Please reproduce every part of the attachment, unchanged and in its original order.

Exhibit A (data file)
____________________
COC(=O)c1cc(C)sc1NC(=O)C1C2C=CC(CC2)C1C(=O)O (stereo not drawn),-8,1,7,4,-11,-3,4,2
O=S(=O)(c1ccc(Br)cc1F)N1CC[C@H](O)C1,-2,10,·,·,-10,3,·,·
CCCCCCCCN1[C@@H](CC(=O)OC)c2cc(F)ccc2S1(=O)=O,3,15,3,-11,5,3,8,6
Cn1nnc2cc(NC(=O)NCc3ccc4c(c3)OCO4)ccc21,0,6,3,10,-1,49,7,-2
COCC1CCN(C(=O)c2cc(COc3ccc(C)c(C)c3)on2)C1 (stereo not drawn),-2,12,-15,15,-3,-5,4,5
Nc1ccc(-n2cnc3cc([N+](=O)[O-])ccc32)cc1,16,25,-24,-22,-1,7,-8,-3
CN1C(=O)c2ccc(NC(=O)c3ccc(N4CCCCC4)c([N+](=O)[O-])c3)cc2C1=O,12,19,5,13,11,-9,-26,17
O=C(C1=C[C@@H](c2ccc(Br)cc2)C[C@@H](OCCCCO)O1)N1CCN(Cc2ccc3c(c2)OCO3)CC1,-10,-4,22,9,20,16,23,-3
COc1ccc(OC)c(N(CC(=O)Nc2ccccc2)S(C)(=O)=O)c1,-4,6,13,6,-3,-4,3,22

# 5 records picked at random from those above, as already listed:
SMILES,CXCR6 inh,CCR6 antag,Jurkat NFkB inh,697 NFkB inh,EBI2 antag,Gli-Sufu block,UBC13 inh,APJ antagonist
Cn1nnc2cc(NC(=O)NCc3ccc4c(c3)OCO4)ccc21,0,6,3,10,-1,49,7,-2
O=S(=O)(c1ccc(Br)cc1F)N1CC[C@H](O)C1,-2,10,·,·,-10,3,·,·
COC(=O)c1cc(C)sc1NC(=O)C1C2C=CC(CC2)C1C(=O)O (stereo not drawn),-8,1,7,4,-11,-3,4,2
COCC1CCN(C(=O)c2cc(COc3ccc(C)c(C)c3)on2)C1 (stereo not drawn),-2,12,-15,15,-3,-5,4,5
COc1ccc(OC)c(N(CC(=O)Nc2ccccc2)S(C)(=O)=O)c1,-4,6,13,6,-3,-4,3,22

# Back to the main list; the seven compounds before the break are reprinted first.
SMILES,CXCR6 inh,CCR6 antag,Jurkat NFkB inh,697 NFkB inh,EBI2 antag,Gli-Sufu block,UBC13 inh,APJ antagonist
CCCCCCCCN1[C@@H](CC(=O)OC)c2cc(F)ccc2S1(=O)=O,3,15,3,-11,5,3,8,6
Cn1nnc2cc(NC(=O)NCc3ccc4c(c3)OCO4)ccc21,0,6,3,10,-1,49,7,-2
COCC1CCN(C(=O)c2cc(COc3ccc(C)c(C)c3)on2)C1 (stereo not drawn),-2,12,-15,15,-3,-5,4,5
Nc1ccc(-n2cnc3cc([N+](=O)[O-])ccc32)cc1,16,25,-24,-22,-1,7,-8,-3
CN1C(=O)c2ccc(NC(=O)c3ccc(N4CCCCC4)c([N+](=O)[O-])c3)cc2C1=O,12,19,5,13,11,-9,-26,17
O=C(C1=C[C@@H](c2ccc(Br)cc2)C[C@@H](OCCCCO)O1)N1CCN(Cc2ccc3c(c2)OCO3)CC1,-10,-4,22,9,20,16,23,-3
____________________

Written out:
COC(=O)c1cc(C)sc1NC(=O)C1C2C=CC(CC2)C1C(=O)O (stereo not drawn),-8,1,7,4,-11,-3,4,2
O=S(=O)(c1ccc(Br)cc1F)N1CC[C@H](O)C1,-2,10,·,·,-10,3,·,·
CCCCCCCCN1[C@@H](CC(=O)OC)c2cc(F)ccc2S1(=O)=O,3,15,3,-11,5,3,8,6
Cn1nnc2cc(NC(=O)NCc3ccc4c(c3)OCO4)ccc21,0,6,3,10,-1,49,7,-2
COCC1CCN(C(=O)c2cc(COc3ccc(C)c(C)c3)on2)C1 (stereo not drawn),-2,12,-15,15,-3,-5,4,5
Nc1ccc(-n2cnc3cc([N+](=O)[O-])ccc32)cc1,16,25,-24,-22,-1,7,-8,-3
CN1C(=O)c2ccc(NC(=O)c3ccc(N4CCCCC4)c([N+](=O)[O-])c3)cc2C1=O,12,19,5,13,11,-9,-26,17
O=C(C1=C[C@@H](c2ccc(Br)cc2)C[C@@H](OCCCCO)O1)N1CCN(Cc2ccc3c(c2)OCO3)CC1,-10,-4,22,9,20,16,23,-3
COc1ccc(OC)c(N(CC(=O)Nc2ccccc2)S(C)(=O)=O)c1,-4,6,13,6,-3,-4,3,22

# 5 records picked at random from those above, as already listed:
SMILES,CXCR6 inh,CCR6 antag,Jurkat NFkB inh,697 NFkB inh,EBI2 antag,Gli-Sufu block,UBC13 inh,APJ antagonist
Cn1nnc2cc(NC(=O)NCc3ccc4c(c3)OCO4)ccc21,0,6,3,10,-1,49,7,-2
O=S(=O)(c1ccc(Br)cc1F)N1CC[C@H](O)C1,-2,10,·,·,-10,3,·,·
COC(=O)c1cc(C)sc1NC(=O)C1C2C=CC(CC2)C1C(=O)O (stereo not drawn),-8,1,7,4,-11,-3,4,2
COCC1CCN(C(=O)c2cc(COc3ccc(C)c(C)c3)on2)C1 (stereo not drawn),-2,12,-15,15,-3,-5,4,5
COc1ccc(OC)c(N(CC(=O)Nc2ccccc2)S(C)(=O)=O)c1,-4,6,13,6,-3,-4,3,22

# Back to the main list; the seven compounds before the break are reprinted first.
SMILES,CXCR6 inh,CCR6 antag,Jurkat NFkB inh,697 NFkB inh,EBI2 antag,Gli-Sufu block,UBC13 inh,APJ antagonist
CCCCCCCCN1[C@@H](CC(=O)OC)c2cc(F)ccc2S1(=O)=O,3,15,3,-11,5,3,8,6
Cn1nnc2cc(NC(=O)NCc3ccc4c(c3)OCO4)ccc21,0,6,3,10,-1,49,7,-2
COCC1CCN(C(=O)c2cc(COc3ccc(C)c(C)c3)on2)C1 (stereo not drawn),-2,12,-15,15,-3,-5,4,5
Nc1ccc(-n2cnc3cc([N+](=O)[O-])ccc32)cc1,16,25,-24,-22,-1,7,-8,-3
CN1C(=O)c2ccc(NC(=O)c3ccc(N4CCCCC4)c([N+](=O)[O-])c3)cc2C1=O,12,19,5,13,11,-9,-26,17
O=C(C1=C[C@@H](c2ccc(Br)cc2)C[C@@H](OCCCCO)O1)N1CCN(Cc2ccc3c(c2)OCO3)CC1,-10,-4,22,9,20,16,23,-3